sequences potentially leading to unacceptable consequences (precursor events) and the resulting CCDPs have been evaluated. The precursor events that may contribute to CCDP according to the PSA evaluation are: 1) Secondary side steam line break and the reduced availability of the main feedwater system due to consequential damage, 2) Steam generator PORVs not opening during the initial pressure peak and 3) Malfunction of AFW motor driven pumps 1 & 2.
The RELAP5/MOD3.3 has been used to analyze the RCP trip event at NPP Krško for different transient scenarios and operator actions. Transient scenarios that lead to the core damage or other consequences important to safety were identified. A quantitative and qualitative assessment of the consequences of the analyzed transient scenarios has been performed. Following three groups of RCP trip transient cases were analyzed: 1) RCP trip at 28 % power: a) realistic transient analysis and b) AFW not credited 2) RCP trip at 102 % power transient scenarios based on PSA evaluation of CCDP, ,: a) Case 1: RCP 2 trip, MSIV trip, AFW not credited, b) Case 2: Case 1, MFW trip, c) Case 3: Case 2, SG PORVs not credited, SG SV 1 stuck open in both SGs and d) Case 4: Case 3, SG 1 SV 1 stuck open. 3) RCP trip event cases (Case 5 to Case 27). The results of the CCDP analyses (Case 1 to Case 4) were used to model transient scenarios that may result in the core damage or have other consequences important for safety.
2 CALCULATIONAL MODEL FOR NPP KRŠKO
The standard RELAP5/MOD 3.3 nodalization for NPP Krško developed at Faculty of Electrical Engineering and Computing (FER) was used in the analysis,  and . The RELAP5 model has 469 volumes and 497 junctions. The total number of heat structures is 378 with total number of mesh points of 2107. The developed RELAP5/MOD 3.3 input data set contains the models of the NPP Krško monitoring as well as protection and control systems. The RELAP5 model contains the detailed models of Safety Injection (SI) system, MFW and AFW system as well as of control systems (Automatic rod control, Pressurizer (PRZR) pressure and level control, Steam dump control and Steam generator level control). The initial conditions for the RCP trip event analysis are summarized in Table 1. The initial conditions for the RELAP5 realistic analysis were obtained as a result of power reduction: 100%-28% calculation.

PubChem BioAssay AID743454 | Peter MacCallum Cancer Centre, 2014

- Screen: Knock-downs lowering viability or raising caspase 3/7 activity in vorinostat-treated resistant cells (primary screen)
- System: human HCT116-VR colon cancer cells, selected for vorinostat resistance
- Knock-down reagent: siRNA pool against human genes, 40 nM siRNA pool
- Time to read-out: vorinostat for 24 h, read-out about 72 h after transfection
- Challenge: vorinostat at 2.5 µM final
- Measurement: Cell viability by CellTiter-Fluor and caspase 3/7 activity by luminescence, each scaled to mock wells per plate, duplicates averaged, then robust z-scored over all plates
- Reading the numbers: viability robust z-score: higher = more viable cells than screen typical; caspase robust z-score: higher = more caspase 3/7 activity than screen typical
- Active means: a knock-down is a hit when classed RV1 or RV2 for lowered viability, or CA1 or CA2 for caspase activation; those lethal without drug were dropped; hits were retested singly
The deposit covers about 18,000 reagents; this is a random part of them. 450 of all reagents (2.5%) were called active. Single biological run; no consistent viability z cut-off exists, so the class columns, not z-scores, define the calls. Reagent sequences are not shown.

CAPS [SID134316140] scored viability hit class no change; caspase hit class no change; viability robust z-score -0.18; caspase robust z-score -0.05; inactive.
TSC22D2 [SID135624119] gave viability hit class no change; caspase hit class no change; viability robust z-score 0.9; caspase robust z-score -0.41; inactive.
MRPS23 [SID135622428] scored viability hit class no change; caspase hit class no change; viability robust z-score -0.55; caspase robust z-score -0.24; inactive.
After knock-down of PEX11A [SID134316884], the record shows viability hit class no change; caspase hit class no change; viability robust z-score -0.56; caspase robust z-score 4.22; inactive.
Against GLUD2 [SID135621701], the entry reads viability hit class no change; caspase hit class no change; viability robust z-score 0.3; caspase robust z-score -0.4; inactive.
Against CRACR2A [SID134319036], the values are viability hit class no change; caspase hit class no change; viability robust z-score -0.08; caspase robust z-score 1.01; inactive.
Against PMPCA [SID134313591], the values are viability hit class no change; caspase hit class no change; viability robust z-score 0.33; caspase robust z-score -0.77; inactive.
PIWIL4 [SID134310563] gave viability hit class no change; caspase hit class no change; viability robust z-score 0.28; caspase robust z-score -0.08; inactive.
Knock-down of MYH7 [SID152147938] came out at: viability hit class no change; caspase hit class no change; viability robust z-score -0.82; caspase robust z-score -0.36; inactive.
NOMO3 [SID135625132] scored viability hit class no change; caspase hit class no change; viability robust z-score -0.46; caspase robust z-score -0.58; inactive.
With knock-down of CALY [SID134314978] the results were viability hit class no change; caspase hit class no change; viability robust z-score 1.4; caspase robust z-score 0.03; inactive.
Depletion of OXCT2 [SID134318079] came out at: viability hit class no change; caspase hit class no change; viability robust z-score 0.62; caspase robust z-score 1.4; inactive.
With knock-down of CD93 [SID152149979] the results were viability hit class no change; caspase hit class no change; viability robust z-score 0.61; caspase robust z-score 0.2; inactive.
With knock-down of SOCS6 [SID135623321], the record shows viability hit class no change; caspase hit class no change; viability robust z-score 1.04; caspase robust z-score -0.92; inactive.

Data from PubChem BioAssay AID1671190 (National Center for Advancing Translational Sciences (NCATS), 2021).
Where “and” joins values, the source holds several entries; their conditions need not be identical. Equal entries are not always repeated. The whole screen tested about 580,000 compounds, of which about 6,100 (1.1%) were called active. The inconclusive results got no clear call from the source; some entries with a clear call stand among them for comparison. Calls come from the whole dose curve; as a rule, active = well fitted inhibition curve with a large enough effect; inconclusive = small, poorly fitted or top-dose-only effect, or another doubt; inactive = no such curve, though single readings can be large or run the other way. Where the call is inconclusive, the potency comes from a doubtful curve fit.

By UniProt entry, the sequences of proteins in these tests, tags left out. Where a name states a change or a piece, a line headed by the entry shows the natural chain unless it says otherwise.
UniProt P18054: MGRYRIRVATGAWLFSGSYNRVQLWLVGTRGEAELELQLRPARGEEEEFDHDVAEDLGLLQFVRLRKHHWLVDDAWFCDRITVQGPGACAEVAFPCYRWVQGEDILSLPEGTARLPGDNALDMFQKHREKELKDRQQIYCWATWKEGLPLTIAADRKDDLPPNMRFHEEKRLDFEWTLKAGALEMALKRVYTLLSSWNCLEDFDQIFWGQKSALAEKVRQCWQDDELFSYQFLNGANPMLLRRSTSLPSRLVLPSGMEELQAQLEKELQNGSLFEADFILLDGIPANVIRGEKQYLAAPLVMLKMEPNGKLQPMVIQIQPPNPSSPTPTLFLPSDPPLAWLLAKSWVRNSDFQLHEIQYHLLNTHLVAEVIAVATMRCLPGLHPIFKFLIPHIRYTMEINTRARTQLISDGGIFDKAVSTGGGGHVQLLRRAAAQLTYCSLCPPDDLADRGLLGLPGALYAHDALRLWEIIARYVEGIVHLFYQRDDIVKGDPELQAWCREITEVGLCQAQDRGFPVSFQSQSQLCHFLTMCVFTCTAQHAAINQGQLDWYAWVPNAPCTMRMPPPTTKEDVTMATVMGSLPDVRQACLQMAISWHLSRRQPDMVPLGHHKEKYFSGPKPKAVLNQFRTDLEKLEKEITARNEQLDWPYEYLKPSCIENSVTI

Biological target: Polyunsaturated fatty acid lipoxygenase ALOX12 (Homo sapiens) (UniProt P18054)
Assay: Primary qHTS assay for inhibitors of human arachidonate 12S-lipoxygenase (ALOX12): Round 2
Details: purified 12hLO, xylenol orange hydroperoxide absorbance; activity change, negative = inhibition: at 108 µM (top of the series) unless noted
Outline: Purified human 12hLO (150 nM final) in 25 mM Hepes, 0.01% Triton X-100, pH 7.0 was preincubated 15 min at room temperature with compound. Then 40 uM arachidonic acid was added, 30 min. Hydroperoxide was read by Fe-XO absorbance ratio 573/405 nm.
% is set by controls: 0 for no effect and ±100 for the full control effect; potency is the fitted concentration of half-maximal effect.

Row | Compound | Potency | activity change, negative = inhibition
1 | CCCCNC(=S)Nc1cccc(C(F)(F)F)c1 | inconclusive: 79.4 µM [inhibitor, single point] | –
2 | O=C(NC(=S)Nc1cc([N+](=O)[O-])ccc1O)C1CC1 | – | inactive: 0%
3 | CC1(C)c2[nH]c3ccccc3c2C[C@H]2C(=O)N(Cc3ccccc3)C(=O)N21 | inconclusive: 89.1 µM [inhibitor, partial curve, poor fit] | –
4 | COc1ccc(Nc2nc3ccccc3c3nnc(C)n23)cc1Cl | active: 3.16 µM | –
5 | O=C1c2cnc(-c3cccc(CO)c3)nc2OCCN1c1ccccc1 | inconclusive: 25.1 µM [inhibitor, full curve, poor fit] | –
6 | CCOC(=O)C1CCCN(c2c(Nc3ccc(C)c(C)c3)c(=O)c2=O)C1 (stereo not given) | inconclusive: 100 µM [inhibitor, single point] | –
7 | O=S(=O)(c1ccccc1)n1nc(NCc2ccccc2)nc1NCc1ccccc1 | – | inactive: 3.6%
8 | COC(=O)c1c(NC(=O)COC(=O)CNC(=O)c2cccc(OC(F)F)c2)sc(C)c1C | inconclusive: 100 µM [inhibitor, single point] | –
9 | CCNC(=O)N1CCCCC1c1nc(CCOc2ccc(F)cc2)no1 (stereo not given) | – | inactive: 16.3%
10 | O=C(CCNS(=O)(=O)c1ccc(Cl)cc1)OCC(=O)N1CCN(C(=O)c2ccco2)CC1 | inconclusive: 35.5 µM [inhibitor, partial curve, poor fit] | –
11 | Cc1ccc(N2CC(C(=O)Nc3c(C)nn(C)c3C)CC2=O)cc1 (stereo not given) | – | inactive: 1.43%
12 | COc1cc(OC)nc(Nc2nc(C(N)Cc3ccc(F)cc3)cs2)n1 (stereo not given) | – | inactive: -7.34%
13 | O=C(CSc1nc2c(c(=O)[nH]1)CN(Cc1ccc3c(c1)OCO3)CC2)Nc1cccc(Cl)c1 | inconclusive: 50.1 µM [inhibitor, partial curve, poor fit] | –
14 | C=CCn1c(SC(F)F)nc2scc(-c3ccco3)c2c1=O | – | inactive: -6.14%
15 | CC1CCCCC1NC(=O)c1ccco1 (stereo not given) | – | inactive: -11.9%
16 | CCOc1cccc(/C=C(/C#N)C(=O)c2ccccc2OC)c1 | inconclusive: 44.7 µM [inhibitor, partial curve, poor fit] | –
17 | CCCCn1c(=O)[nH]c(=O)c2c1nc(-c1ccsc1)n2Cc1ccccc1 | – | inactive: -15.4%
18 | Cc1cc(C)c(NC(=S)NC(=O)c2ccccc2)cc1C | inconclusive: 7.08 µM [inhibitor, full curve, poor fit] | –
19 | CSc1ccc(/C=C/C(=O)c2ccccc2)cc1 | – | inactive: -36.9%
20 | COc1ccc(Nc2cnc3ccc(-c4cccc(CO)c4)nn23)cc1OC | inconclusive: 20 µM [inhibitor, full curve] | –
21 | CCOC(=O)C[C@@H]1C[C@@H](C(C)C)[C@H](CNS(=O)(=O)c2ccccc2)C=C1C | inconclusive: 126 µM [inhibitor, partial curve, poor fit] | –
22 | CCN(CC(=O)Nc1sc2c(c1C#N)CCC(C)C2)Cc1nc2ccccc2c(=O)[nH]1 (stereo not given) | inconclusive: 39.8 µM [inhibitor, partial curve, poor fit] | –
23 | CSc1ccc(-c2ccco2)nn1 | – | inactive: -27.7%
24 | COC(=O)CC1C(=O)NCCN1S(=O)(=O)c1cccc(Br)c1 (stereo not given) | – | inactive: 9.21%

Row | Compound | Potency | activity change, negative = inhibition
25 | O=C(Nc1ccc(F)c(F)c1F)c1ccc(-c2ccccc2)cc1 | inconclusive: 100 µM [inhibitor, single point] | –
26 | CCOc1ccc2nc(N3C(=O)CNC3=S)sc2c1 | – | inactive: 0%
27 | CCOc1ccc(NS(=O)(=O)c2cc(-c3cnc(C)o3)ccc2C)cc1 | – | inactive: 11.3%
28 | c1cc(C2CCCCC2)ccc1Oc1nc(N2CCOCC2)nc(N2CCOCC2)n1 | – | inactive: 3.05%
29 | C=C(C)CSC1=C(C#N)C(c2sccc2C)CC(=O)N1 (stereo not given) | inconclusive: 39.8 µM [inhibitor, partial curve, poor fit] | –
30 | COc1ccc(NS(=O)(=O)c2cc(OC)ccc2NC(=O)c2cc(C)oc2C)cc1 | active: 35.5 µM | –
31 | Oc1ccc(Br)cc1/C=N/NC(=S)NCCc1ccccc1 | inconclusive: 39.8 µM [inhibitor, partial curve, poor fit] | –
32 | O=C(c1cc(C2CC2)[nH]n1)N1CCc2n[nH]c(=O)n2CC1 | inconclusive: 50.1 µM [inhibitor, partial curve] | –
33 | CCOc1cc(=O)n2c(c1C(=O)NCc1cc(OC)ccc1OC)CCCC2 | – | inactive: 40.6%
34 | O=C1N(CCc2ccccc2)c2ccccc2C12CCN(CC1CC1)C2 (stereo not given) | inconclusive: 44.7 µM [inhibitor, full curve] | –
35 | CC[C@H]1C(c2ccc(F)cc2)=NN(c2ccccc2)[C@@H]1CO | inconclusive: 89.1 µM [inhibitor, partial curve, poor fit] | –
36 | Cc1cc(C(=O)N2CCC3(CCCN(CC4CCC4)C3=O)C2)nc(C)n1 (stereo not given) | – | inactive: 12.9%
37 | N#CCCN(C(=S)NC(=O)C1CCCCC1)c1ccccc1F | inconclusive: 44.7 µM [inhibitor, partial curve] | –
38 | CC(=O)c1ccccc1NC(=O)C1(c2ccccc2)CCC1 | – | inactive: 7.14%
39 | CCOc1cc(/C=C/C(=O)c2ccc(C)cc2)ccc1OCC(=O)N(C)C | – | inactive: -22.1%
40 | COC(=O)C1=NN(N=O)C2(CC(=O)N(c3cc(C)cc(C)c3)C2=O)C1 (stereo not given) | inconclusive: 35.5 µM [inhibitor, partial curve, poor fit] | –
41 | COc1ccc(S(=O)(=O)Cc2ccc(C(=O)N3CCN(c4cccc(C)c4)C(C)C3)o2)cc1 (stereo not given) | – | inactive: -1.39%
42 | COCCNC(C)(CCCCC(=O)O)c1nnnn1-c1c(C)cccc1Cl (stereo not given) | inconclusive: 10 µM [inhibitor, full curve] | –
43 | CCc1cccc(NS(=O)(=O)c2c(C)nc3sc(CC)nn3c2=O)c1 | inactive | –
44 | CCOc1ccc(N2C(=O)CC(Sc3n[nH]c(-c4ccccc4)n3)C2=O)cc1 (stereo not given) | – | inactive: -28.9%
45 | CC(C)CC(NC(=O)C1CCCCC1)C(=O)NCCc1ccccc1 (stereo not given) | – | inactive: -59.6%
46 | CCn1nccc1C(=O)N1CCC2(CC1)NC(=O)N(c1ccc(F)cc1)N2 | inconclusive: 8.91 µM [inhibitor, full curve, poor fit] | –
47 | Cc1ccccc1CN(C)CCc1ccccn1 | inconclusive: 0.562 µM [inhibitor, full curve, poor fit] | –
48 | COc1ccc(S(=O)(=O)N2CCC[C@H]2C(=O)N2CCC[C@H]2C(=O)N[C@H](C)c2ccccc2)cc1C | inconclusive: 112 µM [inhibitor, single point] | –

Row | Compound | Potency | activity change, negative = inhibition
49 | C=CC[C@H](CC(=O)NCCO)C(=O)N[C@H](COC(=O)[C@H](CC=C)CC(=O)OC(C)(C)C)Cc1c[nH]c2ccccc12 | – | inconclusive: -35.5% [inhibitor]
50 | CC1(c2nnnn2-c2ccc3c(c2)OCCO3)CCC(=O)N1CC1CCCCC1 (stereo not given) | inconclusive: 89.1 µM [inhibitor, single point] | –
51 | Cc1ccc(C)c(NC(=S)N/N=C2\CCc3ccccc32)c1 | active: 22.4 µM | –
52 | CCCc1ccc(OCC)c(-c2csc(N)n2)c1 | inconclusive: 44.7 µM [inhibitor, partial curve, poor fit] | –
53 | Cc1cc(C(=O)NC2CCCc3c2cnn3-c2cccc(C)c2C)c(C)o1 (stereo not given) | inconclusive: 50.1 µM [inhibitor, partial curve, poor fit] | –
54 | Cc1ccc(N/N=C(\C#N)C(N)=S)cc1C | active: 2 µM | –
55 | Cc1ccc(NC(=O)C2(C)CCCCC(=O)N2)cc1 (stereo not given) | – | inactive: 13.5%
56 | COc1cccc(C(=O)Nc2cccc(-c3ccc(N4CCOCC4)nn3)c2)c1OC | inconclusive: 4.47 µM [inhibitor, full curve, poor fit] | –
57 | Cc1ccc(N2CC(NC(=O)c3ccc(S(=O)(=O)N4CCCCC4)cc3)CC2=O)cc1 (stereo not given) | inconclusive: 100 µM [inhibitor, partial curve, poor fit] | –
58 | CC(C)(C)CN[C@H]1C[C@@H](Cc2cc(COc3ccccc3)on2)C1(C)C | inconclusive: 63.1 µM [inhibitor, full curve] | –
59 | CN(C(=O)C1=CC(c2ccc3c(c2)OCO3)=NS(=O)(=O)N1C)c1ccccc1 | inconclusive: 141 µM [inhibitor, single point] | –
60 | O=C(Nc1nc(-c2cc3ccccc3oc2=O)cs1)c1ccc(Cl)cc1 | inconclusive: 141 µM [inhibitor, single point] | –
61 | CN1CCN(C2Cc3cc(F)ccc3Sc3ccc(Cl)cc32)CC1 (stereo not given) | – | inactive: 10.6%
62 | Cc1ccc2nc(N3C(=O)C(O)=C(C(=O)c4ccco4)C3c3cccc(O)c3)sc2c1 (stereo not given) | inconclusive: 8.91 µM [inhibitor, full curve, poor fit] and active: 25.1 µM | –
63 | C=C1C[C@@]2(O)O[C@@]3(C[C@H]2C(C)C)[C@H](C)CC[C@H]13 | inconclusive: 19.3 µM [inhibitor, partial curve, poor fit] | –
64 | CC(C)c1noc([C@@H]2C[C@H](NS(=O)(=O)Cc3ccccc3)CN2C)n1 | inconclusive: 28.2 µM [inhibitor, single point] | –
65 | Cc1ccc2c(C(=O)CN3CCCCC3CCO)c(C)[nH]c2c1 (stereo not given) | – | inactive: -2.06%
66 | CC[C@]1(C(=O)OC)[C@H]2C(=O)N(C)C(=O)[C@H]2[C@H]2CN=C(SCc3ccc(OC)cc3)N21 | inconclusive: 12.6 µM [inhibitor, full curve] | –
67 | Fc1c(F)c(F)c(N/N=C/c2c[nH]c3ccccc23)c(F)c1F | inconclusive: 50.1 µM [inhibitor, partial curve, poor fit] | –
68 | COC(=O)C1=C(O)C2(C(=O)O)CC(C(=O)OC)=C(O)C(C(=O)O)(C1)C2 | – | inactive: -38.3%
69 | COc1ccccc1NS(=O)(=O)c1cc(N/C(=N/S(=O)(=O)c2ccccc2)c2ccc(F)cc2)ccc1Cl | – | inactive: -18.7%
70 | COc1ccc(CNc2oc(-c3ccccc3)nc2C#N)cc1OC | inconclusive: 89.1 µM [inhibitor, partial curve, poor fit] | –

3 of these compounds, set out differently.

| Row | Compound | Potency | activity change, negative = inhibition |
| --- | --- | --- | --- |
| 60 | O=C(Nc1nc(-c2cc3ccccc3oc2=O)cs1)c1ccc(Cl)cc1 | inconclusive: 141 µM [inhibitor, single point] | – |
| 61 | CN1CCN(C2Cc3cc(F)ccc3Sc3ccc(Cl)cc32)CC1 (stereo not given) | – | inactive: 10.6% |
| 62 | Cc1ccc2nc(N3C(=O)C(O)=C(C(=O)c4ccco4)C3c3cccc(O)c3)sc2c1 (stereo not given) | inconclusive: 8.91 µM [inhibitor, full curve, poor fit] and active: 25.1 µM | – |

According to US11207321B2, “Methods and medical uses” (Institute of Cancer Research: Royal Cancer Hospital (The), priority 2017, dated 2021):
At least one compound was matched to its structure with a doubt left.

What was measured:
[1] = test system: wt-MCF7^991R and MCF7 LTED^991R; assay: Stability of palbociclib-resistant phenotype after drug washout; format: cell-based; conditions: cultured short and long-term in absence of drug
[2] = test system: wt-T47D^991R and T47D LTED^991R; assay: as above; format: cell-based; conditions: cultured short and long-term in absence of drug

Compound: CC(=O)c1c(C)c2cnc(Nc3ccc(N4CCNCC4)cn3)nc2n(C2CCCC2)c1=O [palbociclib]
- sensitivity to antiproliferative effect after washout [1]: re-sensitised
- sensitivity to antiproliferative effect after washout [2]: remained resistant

Table 1: Initial conditions for Reactor Coolant Pump Trip Event at NPP Krško Parameter Unit Measurement
(RCP trip at 28 %) RELAP5 analysis
(28 % power) RELAP5 analysis
(102 % power)
Pressurizer pressure MPa 15.5 15.5 15.5 Steam generator pressure MPa 7.27/7.3 7.23/7.23 6.227/6.226 RCS average temperature K 569.79/569.65 569.3/569.3 577.8/577.7 Feedwater temperature K 452.25/451.05 452.25/451.05 492.8/492.79 Feedwater mass flow rate kg/s 160.06/158.81 154.79/154.8 551.93/555.27 Main steam line mass flow kg/s 109.8/125.8 136.48/136.27 551.93/555.26 Pressurizer level % 36.6 38.9 55.27 SG narrow range level % 69.9/69.5 68.45/68.47 69.3/69.3 RCS mass tons - 131.51 131.55 SG mass tons - 62.93/62.94 48.59/48.45 Reactor core power MW (%) 558.32 (28 %) 558.1 (27.99 %) 2033.88 (102 %)